BOSTON, Dec. 22 (UPI) -- The FBI on Saturday night questioned an American Airlines passenger who apparently tried to ignite explosives in his shoes but was subdued by crew members and other passengers on a flight from Paris bound for Miami.
Flight 63 was diverted to Boston's Logan International Airport where the man, carrying an apparently false British passport identifying him as Richard Reid, was taken into custody.
Two F-15 fighter jets escorted the plane to Logan, where it landed safely just before 1 p.m. EST Saturday.
Authorities said flight attendants apparently smelled sulfur as the man allegedly lit a match and tried to set on fire some wires protruding from his shoes. When an attendant approached, the burly passenger started to fight, said Thomas Kinton, acting executive director of the Massachusetts Port Authority, which runs Logan Airport.
"The flight attendants became alerted to the smell of sulfur, and immediately took action when they saw what this individual was attempting to do and literally tackled the individual and got into a wrestling match in an attempt to stop this action," Kinton told reporters.
"The flight attendants were hurt during this, and yelled for help from other passengers and received that help from other passengers on board the aircraft," Kinton said.
The suspect became violent, bit one of the attendants, and was eventually forcibly strapped into a seat.
Two doctors on board used the plane's medical kit to sedate the suspect. His shoes were removed before he was taken from the plane.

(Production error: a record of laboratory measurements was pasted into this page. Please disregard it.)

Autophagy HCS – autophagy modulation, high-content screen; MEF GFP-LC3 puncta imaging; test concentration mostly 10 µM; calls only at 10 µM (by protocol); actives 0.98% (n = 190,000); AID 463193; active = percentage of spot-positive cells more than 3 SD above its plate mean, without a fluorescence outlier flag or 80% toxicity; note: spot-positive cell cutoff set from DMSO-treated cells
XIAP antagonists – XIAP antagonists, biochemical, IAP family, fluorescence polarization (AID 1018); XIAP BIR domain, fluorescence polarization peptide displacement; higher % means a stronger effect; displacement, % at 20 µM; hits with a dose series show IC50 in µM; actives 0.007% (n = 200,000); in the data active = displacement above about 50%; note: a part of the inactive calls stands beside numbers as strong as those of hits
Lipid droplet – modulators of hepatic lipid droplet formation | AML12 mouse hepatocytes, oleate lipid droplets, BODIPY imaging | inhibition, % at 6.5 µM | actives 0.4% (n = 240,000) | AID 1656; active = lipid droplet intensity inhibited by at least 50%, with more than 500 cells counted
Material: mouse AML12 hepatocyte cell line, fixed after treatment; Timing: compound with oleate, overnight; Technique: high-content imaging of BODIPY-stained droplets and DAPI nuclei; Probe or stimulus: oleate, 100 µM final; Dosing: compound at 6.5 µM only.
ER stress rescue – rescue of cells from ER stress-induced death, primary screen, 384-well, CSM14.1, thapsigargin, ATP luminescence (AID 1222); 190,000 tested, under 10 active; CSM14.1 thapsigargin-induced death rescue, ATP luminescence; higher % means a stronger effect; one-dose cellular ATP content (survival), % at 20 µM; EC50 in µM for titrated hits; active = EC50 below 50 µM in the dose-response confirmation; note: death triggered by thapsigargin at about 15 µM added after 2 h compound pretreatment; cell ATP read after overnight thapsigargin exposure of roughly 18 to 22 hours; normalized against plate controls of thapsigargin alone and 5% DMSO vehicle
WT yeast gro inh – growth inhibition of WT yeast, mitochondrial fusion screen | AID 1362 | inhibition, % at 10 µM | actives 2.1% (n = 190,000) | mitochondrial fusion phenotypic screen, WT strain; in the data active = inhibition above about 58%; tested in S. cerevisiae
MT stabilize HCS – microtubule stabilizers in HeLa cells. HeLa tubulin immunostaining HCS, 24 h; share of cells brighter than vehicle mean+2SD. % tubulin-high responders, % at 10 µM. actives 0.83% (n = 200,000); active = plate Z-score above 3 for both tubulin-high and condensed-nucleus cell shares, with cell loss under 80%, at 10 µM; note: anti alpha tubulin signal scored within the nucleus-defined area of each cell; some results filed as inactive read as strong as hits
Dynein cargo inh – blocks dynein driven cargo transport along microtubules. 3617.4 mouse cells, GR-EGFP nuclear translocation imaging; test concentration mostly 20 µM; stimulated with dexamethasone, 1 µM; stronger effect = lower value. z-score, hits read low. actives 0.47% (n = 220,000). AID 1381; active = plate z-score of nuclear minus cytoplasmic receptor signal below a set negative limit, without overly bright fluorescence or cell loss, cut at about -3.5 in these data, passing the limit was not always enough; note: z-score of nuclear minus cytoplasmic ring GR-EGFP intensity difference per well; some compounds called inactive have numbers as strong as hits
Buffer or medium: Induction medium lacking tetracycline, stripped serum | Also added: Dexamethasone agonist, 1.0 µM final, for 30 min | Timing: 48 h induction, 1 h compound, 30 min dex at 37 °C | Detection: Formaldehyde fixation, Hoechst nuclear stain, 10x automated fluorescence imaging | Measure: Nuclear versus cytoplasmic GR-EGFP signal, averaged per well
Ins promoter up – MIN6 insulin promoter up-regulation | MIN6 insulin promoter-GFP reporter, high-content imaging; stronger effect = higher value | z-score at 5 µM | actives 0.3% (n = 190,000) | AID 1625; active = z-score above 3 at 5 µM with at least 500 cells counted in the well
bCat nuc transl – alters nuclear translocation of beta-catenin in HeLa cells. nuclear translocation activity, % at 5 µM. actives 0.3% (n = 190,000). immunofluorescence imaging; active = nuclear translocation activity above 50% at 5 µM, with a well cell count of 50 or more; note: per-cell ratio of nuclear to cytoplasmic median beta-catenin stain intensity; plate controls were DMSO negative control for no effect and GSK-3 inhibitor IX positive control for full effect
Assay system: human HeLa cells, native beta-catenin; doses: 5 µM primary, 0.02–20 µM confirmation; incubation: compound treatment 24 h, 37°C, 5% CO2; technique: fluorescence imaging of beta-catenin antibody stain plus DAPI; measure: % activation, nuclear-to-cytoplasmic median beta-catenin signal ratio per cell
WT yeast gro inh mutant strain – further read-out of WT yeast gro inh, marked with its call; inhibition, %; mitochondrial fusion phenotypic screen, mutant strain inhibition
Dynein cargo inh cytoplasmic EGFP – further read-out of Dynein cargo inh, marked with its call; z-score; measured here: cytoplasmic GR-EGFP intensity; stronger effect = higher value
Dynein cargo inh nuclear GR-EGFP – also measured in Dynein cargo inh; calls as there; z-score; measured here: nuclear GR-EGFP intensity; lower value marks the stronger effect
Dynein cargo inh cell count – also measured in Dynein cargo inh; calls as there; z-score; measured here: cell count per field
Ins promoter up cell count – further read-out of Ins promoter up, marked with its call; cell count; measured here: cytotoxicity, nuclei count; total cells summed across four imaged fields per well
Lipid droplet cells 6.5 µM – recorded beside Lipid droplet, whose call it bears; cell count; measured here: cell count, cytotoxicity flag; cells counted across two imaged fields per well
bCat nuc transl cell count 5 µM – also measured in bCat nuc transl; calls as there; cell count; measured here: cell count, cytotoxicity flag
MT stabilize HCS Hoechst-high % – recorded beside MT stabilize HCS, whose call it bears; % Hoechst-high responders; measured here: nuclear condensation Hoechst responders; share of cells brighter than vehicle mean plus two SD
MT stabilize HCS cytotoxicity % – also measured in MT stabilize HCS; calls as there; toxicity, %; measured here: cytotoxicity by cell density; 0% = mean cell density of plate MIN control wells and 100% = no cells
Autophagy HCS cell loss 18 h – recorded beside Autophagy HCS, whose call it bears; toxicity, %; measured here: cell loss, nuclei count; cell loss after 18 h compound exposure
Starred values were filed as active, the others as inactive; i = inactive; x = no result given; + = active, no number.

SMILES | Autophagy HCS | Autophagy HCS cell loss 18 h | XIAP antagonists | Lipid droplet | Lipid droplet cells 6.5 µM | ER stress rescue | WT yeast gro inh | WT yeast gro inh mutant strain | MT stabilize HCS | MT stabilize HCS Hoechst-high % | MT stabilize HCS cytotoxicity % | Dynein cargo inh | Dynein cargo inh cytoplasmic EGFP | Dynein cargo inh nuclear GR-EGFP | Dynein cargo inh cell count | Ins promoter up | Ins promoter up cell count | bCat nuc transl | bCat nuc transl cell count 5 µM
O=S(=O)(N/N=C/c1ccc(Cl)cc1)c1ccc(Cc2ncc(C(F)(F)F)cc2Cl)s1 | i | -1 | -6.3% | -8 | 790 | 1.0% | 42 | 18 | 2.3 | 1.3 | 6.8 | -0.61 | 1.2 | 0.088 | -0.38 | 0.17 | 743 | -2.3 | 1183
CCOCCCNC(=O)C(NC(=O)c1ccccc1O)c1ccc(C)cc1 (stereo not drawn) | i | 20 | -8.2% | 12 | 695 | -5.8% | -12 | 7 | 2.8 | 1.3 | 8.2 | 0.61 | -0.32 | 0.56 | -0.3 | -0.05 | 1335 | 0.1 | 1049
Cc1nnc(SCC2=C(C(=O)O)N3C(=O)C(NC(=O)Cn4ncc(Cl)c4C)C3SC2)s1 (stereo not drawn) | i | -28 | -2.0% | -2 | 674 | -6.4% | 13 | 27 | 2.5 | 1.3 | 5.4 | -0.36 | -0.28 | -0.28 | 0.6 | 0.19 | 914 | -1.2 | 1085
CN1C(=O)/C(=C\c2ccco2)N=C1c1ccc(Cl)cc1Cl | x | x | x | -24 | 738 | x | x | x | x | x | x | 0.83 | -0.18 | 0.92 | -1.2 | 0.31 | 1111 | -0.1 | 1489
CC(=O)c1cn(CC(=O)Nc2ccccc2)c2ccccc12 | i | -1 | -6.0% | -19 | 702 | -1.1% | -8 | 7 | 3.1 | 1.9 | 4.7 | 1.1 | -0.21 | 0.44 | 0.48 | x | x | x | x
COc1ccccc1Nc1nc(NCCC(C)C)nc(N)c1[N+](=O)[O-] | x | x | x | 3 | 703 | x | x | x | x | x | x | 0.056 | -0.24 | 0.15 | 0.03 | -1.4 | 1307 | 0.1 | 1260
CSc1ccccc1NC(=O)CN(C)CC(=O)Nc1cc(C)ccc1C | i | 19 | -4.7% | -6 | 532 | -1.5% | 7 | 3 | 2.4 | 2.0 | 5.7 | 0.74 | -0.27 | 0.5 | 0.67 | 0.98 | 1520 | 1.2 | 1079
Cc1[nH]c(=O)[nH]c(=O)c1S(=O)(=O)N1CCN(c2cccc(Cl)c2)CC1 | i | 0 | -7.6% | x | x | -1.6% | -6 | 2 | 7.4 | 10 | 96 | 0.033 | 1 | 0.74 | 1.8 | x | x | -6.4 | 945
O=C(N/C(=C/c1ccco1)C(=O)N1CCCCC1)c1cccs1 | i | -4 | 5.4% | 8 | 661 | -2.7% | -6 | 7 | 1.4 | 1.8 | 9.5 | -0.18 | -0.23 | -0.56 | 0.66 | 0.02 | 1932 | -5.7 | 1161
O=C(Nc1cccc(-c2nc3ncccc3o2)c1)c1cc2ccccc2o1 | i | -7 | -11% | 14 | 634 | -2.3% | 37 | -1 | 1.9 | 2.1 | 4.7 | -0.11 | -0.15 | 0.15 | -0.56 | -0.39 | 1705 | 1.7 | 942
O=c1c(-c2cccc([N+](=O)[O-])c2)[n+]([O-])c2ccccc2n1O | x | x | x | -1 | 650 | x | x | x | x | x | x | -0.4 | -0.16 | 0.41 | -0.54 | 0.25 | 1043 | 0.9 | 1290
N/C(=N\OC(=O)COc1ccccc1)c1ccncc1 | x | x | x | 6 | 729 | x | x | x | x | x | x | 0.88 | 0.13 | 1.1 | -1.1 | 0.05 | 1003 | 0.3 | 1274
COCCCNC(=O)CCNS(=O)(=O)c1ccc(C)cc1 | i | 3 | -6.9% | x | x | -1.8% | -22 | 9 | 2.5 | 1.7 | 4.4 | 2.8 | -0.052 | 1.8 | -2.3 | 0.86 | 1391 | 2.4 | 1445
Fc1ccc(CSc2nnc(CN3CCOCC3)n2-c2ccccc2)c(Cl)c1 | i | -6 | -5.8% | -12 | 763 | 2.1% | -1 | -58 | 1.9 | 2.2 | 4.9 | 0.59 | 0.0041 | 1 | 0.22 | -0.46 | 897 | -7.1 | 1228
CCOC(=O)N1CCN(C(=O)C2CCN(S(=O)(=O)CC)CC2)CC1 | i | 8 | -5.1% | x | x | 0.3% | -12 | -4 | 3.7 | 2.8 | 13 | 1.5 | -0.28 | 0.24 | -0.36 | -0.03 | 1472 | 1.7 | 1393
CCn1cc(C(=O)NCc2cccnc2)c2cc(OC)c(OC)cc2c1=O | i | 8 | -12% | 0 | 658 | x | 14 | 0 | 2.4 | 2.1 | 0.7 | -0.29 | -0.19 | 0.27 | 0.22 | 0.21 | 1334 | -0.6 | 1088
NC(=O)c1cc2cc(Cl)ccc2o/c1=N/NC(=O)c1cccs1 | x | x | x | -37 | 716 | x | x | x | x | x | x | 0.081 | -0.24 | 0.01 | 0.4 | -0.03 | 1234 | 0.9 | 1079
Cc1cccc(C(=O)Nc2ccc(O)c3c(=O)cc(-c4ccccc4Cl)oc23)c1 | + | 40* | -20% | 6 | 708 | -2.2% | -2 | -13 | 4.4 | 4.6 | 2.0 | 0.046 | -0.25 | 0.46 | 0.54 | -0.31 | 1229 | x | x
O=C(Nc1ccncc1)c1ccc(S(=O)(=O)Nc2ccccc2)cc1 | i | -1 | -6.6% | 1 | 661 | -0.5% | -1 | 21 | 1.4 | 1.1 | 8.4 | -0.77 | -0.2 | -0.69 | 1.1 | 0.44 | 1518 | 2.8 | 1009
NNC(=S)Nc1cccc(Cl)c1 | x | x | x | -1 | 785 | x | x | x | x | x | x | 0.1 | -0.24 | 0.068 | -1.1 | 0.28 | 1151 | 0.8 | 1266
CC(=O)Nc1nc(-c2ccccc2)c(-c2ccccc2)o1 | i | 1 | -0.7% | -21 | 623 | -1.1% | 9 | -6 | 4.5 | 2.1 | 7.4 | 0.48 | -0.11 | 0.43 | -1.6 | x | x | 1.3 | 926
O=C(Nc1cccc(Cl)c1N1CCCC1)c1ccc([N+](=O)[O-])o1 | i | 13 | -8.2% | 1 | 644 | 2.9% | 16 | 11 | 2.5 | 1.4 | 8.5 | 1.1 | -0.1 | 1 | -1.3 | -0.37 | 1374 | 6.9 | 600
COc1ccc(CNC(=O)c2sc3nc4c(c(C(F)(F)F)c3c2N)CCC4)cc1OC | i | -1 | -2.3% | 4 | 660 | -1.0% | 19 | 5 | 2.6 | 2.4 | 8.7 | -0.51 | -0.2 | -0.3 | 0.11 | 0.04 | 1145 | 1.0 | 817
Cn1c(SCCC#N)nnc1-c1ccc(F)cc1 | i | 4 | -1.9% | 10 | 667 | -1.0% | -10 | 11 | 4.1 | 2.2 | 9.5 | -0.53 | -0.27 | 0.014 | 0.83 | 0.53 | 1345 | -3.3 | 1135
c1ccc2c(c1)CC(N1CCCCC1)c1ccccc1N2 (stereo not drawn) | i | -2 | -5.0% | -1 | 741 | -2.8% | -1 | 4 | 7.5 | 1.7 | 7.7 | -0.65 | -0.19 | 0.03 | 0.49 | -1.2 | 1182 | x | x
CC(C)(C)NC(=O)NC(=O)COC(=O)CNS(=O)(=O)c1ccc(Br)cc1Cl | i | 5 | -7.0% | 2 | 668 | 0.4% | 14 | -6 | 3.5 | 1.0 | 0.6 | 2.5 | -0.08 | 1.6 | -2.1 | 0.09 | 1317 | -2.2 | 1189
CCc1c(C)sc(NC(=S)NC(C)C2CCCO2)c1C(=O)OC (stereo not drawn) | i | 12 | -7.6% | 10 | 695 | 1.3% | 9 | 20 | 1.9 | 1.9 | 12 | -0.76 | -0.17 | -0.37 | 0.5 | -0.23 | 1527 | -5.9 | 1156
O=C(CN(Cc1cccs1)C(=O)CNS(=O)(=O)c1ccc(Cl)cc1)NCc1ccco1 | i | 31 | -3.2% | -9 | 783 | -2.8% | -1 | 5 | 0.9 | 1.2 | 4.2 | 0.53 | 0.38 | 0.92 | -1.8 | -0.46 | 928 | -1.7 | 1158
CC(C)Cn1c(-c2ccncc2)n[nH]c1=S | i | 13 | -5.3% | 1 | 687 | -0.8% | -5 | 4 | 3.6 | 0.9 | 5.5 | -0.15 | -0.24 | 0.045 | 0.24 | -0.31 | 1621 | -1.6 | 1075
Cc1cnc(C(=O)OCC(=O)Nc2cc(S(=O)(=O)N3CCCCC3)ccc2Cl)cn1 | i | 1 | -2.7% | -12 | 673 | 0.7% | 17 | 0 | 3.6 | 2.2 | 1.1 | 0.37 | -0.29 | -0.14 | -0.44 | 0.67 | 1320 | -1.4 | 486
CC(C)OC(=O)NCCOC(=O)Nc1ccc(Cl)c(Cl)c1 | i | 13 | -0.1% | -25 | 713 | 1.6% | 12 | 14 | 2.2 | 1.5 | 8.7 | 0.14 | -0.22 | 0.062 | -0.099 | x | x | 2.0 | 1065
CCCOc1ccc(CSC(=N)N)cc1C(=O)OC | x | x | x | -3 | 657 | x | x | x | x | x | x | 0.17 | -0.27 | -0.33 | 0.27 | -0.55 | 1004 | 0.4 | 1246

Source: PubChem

Officials said the man appeared to be of Middle Eastern descent. He had been traveling alone and without luggage.
The FBI said the man was in custody for allegedly interfering with a flight crew.
All 185 passengers and 12 crew on Flight 63 safely disembarked from the plane, and the runway was temporarily closed.
Massport spokeswoman Laura White said X-rays showed the shoes contained a detonator wire and a substance that appeared to be C-4 explosive. Bomb squad officers safely ignited the shoes away from the plane.
Kinton said the intervention by the flight attendants and the passengers "appeared to have prevented something very serious from occurring."
"There was certainly enough (explosive material) to do some damage to an aircraft in flight," Kinton told reporters.
American Airlines issued a statement Saturday night confirming that Flight 63 had been diverted to Boston because of a security concern aboard the flight. The Fort Worth, Texas-based carrier said it could not release further information, referring further queries to federal law enforcement officials in Boston.